$3,000 Cash for Caulkers Details Revealed

by Darwin on March 2, 2010

Cash for Caulkers has been rumored to be coming for some time now, but this week, the administration finally unveiled more details on the rebate plan meant to further stimulate the economy. Following the much maligned and fraud-ridden new home buyer tax credits, cash for clunkers and the impending cash for appliances programs, the administration has formally released details of “cash for caulkers“.  Regardless of whether you think one-time jobs such as home upgrades and weather-proofing have any discernible long-term employment benefit for this country, homeowners interested in pursuing these initiatives for their own energy efficiency efforts might as well participate in the program.

Cash for Caulkers Tax Deduction Rules:

  • Consumers would be eligible for between $1,000 and $1,500 for simple home upgrades such as insulation, duct sealing, water heaters, air conditioning units, windows, roofing and doors.
  • Homeowners looking for more comprehensive energy retrofits would be eligible for a $3,000 rebate if the efficiency measures lead to a 20 percent energy savings.
  • According to Obama, these rebates would come instantly from the hardware store, from the contractor
  • There will be limits of course, but these details still need to be worked out in Congress
  • Estimates surmise 2-3 Million households will participate

The program is envisioned to cost $23 Billion over 2 years, with $3 Billion set aside for retailers and contractors to promote it, similar to cash for clunkers and dealers.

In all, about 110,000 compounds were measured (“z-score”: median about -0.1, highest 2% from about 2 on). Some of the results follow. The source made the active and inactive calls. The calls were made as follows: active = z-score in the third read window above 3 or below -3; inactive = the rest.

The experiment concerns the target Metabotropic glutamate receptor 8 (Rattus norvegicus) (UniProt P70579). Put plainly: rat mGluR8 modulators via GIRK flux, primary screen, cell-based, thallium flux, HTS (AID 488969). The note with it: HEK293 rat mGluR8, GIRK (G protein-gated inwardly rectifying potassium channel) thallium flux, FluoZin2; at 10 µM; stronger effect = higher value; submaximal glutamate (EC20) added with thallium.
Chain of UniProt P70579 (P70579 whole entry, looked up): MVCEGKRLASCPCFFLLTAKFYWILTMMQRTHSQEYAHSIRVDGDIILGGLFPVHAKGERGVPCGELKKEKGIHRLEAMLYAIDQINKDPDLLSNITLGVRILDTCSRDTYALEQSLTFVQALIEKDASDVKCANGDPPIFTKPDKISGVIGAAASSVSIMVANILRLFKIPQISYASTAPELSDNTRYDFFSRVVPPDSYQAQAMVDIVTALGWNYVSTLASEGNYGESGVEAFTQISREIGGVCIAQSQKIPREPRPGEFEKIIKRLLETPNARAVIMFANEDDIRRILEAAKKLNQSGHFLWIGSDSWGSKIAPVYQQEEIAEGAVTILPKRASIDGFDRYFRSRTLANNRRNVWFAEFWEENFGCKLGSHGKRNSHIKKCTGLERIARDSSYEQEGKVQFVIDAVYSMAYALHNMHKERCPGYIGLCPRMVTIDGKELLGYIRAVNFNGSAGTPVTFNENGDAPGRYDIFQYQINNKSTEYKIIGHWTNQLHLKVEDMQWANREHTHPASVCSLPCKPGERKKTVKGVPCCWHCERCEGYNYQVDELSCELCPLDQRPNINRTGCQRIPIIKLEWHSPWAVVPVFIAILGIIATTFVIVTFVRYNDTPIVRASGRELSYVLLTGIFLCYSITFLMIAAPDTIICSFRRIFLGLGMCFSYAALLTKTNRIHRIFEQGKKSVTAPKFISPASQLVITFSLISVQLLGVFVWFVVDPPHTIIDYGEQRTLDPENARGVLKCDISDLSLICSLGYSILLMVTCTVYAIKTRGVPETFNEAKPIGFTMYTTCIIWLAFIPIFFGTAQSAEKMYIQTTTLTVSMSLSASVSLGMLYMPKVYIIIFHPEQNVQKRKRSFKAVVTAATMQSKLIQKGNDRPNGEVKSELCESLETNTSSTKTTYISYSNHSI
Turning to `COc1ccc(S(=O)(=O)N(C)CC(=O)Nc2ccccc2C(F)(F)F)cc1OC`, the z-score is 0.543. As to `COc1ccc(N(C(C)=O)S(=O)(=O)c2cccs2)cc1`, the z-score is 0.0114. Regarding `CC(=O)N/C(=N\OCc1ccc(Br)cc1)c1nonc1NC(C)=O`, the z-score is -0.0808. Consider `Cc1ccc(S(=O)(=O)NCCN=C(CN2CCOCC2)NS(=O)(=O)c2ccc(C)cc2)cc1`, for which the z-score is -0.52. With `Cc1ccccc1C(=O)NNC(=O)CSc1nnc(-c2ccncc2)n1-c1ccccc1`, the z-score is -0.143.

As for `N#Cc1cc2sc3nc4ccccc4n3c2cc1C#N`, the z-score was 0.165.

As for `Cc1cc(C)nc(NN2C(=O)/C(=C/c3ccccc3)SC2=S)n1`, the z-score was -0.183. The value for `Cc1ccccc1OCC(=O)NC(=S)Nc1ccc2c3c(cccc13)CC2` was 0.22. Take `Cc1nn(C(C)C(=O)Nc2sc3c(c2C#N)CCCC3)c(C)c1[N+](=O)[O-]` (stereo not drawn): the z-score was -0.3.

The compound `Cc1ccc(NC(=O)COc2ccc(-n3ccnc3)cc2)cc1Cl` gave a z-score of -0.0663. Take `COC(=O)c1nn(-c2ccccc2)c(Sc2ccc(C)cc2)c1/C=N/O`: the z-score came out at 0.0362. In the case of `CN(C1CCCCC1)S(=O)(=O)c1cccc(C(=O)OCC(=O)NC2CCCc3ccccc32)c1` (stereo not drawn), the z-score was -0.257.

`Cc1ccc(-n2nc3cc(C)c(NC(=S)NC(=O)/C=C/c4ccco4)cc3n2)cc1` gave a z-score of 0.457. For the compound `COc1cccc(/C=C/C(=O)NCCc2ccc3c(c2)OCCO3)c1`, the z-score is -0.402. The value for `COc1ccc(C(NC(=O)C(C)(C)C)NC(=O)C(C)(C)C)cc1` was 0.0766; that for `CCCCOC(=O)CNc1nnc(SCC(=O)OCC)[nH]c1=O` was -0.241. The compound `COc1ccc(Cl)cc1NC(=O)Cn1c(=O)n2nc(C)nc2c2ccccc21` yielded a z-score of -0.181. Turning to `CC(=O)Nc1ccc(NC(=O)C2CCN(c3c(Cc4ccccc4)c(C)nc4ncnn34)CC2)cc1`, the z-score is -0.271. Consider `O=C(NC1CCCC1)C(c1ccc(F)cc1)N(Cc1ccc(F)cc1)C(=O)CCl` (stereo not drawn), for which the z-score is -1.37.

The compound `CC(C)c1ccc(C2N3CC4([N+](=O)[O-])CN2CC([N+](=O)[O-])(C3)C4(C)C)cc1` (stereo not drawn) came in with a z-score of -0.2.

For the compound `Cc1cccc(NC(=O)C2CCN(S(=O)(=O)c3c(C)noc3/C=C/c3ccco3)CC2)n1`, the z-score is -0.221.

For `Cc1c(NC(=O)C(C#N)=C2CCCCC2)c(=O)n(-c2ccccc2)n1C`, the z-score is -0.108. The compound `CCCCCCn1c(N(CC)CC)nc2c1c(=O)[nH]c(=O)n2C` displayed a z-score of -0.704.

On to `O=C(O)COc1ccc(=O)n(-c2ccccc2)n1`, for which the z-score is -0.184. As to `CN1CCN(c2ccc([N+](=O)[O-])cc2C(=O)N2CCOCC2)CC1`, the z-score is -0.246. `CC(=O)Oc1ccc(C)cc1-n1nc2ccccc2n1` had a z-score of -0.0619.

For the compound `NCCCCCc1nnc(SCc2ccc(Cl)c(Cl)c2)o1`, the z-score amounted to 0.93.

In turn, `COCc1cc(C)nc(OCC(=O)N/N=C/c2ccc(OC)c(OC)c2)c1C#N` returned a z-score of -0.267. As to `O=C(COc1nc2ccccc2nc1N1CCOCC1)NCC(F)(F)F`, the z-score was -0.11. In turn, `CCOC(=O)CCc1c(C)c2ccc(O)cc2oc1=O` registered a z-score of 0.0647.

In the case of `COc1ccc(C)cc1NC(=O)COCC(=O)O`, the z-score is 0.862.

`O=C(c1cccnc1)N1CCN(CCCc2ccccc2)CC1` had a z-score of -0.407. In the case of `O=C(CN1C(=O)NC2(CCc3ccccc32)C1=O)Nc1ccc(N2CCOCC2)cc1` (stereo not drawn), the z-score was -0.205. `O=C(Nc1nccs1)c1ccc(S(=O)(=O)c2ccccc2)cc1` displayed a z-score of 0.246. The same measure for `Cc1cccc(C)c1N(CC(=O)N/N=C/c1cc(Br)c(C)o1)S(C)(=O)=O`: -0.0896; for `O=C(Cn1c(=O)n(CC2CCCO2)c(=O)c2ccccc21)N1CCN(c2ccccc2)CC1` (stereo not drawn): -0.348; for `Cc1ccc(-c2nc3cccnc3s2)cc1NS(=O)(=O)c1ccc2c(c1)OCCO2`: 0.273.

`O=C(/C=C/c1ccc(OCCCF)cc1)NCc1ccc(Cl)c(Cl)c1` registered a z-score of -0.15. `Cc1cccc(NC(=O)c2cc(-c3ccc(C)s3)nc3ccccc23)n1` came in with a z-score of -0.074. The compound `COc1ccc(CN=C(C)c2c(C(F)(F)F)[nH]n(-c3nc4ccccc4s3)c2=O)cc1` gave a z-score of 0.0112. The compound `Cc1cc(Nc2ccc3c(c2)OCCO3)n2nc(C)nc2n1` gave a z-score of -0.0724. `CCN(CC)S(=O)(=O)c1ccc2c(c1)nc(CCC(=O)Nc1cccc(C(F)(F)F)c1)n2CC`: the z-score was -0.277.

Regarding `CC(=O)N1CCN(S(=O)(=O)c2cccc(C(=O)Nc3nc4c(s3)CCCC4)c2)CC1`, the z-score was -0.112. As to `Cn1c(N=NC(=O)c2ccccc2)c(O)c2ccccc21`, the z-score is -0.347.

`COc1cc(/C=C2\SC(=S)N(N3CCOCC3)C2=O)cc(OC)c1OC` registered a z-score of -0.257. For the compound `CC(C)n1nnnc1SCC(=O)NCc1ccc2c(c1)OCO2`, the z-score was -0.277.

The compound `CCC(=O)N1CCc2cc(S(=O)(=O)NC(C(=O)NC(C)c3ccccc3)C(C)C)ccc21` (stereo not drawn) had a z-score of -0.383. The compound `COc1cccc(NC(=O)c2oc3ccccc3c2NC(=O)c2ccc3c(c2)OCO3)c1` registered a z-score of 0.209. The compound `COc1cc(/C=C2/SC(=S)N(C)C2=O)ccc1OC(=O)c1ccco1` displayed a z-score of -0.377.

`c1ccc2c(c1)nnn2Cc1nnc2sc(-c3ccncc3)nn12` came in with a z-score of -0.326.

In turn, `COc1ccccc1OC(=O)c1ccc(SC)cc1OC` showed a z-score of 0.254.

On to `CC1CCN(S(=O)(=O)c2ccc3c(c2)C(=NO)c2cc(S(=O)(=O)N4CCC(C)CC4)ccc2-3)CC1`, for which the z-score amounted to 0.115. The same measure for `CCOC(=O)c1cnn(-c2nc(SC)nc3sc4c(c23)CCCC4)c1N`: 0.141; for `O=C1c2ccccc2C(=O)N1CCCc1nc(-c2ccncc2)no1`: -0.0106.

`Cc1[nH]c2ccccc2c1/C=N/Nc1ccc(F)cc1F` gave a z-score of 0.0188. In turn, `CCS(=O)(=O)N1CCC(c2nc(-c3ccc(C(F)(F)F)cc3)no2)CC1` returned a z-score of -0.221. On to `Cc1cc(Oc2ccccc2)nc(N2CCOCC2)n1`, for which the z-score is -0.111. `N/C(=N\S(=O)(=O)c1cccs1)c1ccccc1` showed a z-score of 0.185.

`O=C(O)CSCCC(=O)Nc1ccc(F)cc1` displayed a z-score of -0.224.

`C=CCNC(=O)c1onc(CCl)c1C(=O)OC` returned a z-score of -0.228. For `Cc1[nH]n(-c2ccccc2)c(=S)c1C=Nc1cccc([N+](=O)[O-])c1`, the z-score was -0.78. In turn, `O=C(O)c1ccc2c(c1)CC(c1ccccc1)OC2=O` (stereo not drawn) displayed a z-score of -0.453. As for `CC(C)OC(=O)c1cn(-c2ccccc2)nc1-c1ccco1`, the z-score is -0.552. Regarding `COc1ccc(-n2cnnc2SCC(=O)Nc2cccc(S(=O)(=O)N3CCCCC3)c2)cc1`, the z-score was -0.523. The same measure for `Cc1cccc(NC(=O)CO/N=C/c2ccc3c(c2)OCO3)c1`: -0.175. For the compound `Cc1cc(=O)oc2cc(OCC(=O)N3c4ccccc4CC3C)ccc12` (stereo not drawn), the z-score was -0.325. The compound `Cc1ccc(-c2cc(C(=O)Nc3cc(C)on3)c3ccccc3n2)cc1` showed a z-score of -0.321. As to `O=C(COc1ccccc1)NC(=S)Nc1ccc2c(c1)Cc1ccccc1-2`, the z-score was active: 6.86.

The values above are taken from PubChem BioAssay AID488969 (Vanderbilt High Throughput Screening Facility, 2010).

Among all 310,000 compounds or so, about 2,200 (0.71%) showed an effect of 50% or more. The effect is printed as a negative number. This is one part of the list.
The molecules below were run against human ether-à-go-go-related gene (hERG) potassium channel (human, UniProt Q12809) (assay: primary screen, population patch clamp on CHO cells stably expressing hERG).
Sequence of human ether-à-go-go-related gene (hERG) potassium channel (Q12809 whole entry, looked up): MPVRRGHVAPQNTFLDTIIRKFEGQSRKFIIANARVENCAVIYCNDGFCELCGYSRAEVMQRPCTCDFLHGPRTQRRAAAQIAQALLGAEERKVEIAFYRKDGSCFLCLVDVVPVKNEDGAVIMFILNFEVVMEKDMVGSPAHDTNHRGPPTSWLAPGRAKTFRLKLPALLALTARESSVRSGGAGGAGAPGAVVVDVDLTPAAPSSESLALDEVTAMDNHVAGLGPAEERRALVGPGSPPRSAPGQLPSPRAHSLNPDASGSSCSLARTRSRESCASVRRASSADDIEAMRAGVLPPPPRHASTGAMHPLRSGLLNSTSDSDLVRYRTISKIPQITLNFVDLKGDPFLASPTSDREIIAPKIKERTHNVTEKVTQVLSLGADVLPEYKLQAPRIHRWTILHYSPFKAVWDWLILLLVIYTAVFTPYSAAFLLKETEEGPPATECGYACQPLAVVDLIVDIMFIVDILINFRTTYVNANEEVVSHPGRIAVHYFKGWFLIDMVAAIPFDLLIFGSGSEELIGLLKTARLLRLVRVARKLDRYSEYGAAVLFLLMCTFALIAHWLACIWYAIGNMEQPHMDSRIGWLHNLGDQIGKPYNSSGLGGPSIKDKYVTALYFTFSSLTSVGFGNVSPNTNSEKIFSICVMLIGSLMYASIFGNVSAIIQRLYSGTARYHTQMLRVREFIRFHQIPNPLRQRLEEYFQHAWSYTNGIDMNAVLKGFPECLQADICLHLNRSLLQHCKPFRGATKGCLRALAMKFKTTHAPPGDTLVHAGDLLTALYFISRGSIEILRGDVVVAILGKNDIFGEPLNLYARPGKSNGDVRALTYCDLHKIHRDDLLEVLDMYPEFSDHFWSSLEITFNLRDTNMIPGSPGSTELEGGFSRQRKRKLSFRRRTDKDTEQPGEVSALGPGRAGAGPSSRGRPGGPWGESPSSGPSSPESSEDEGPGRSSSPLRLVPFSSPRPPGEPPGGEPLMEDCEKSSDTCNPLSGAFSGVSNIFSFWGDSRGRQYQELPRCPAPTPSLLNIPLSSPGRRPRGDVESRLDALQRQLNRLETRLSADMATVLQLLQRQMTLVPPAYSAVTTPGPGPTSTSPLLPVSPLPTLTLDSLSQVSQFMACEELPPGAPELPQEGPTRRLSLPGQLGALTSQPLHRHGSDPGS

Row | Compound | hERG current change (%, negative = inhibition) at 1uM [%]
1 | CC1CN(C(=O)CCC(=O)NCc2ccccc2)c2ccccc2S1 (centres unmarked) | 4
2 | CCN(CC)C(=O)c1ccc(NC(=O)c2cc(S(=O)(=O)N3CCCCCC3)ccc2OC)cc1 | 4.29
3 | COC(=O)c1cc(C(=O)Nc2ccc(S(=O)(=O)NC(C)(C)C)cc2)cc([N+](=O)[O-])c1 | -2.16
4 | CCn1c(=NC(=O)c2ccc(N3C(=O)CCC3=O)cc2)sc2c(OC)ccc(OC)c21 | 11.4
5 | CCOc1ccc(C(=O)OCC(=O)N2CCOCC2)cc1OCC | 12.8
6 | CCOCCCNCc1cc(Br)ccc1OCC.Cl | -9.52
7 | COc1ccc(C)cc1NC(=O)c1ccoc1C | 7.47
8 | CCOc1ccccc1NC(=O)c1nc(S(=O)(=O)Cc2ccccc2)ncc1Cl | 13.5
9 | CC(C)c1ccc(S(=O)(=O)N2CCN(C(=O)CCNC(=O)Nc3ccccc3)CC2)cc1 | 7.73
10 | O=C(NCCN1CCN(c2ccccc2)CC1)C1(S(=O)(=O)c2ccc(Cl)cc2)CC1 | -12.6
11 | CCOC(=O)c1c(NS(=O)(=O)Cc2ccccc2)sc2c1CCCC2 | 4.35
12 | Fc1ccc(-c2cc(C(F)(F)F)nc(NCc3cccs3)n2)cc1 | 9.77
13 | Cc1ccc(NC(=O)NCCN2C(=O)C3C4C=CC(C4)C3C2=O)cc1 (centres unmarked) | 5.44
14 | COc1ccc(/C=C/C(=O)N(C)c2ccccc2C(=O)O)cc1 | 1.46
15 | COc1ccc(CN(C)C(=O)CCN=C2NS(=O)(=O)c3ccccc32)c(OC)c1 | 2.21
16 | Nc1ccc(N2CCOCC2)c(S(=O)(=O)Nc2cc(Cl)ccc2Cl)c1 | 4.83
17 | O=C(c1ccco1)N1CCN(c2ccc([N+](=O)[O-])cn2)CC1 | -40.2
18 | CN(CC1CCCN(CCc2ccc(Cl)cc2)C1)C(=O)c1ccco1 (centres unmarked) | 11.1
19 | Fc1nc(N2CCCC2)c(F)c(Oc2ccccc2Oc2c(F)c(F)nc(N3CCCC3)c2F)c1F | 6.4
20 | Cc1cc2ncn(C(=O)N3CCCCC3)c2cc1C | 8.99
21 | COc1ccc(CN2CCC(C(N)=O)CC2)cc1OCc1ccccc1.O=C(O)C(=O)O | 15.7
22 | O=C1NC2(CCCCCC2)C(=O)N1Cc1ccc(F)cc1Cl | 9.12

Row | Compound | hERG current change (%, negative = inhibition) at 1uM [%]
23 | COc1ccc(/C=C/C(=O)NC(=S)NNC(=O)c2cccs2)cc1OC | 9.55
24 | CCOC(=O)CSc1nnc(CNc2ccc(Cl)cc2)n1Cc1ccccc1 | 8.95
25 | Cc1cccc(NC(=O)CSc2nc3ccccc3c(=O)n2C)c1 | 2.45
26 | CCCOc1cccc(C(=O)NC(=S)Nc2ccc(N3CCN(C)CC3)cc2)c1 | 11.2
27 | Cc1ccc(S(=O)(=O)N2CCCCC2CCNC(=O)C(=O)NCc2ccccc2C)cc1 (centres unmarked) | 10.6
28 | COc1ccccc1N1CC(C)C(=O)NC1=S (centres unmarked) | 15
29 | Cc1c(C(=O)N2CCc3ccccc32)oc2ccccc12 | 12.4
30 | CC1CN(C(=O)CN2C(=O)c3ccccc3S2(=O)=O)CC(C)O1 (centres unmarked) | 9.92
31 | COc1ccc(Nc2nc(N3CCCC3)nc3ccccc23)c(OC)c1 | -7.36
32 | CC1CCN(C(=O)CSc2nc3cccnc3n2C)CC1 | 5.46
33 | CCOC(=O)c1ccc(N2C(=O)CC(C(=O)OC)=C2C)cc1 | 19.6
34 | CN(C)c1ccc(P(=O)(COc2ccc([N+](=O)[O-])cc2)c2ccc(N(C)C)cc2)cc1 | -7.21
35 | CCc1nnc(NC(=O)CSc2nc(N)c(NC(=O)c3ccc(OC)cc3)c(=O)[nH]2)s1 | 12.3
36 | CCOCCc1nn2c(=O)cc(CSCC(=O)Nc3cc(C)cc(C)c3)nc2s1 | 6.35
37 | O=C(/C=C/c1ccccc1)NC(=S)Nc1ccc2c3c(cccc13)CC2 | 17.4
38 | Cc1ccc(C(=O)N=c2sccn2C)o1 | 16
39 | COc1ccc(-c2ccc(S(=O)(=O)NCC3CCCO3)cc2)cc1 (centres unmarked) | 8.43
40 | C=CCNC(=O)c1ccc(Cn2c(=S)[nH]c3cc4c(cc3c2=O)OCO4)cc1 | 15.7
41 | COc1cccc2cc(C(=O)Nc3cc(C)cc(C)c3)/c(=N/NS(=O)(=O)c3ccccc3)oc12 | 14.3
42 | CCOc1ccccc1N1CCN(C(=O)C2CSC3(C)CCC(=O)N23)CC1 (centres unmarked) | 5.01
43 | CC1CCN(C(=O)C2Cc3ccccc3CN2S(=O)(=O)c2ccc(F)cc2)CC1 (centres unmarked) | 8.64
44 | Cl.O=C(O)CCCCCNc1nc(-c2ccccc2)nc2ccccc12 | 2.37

With basic energy savings tips including a home thermostat and piping insulation, more expensive and complex jobs include energy audits, more extensive insulation, and heating equipment. There is certainly no shortage of ideas and improvements that the typical American household could implement to improve energy efficiency. There is a question of course, over the efficiency of the program itself as currently envisioned.

From a conceptual standpoint, it sounds great to reduce energy costs and energy consumption in the US. After all, we’re sending money to countries that are set on our demise whenever we import oil.  High energy prices contribute to inflation, increase our trade deficit and shift money away from other stuff we could be buying to stimulate the economy since Americans don’t save.  However, whenever the government tries to solve a problem with a hastily planned program, it’s wrought with waste and fraud and the net outcome is generally a horribly inefficient use of funds and unintended consequences which are never fully understood until the program has run its course.

Take the cash for clunkers program: While it stimulated buyers to trade in older cars for new ones, the American taxpayer paid $24,000 per vehicle to execute the program – what a horrible use of funds! Other initiatives could have distributed funds much more efficiently with both a better ROI and a more widely spread benefit. This was just another case of the government rewarding people for bad behavior at the expense of those with good behavior (those of use that already had fuel-efficient cars and didn’t have a clunker to trade in for a massive discount).

An invite for fraud? Based on what we saw in the new home buyer tax credit, in looking at the sheer number of taxpayers that have already fraudulently claimed the new home buyer tax credit on their returns without even qualifying, it will certainly be a challenge for the administration to put ample safeguards in place to prevent taxpayer/contractor fraud in this program.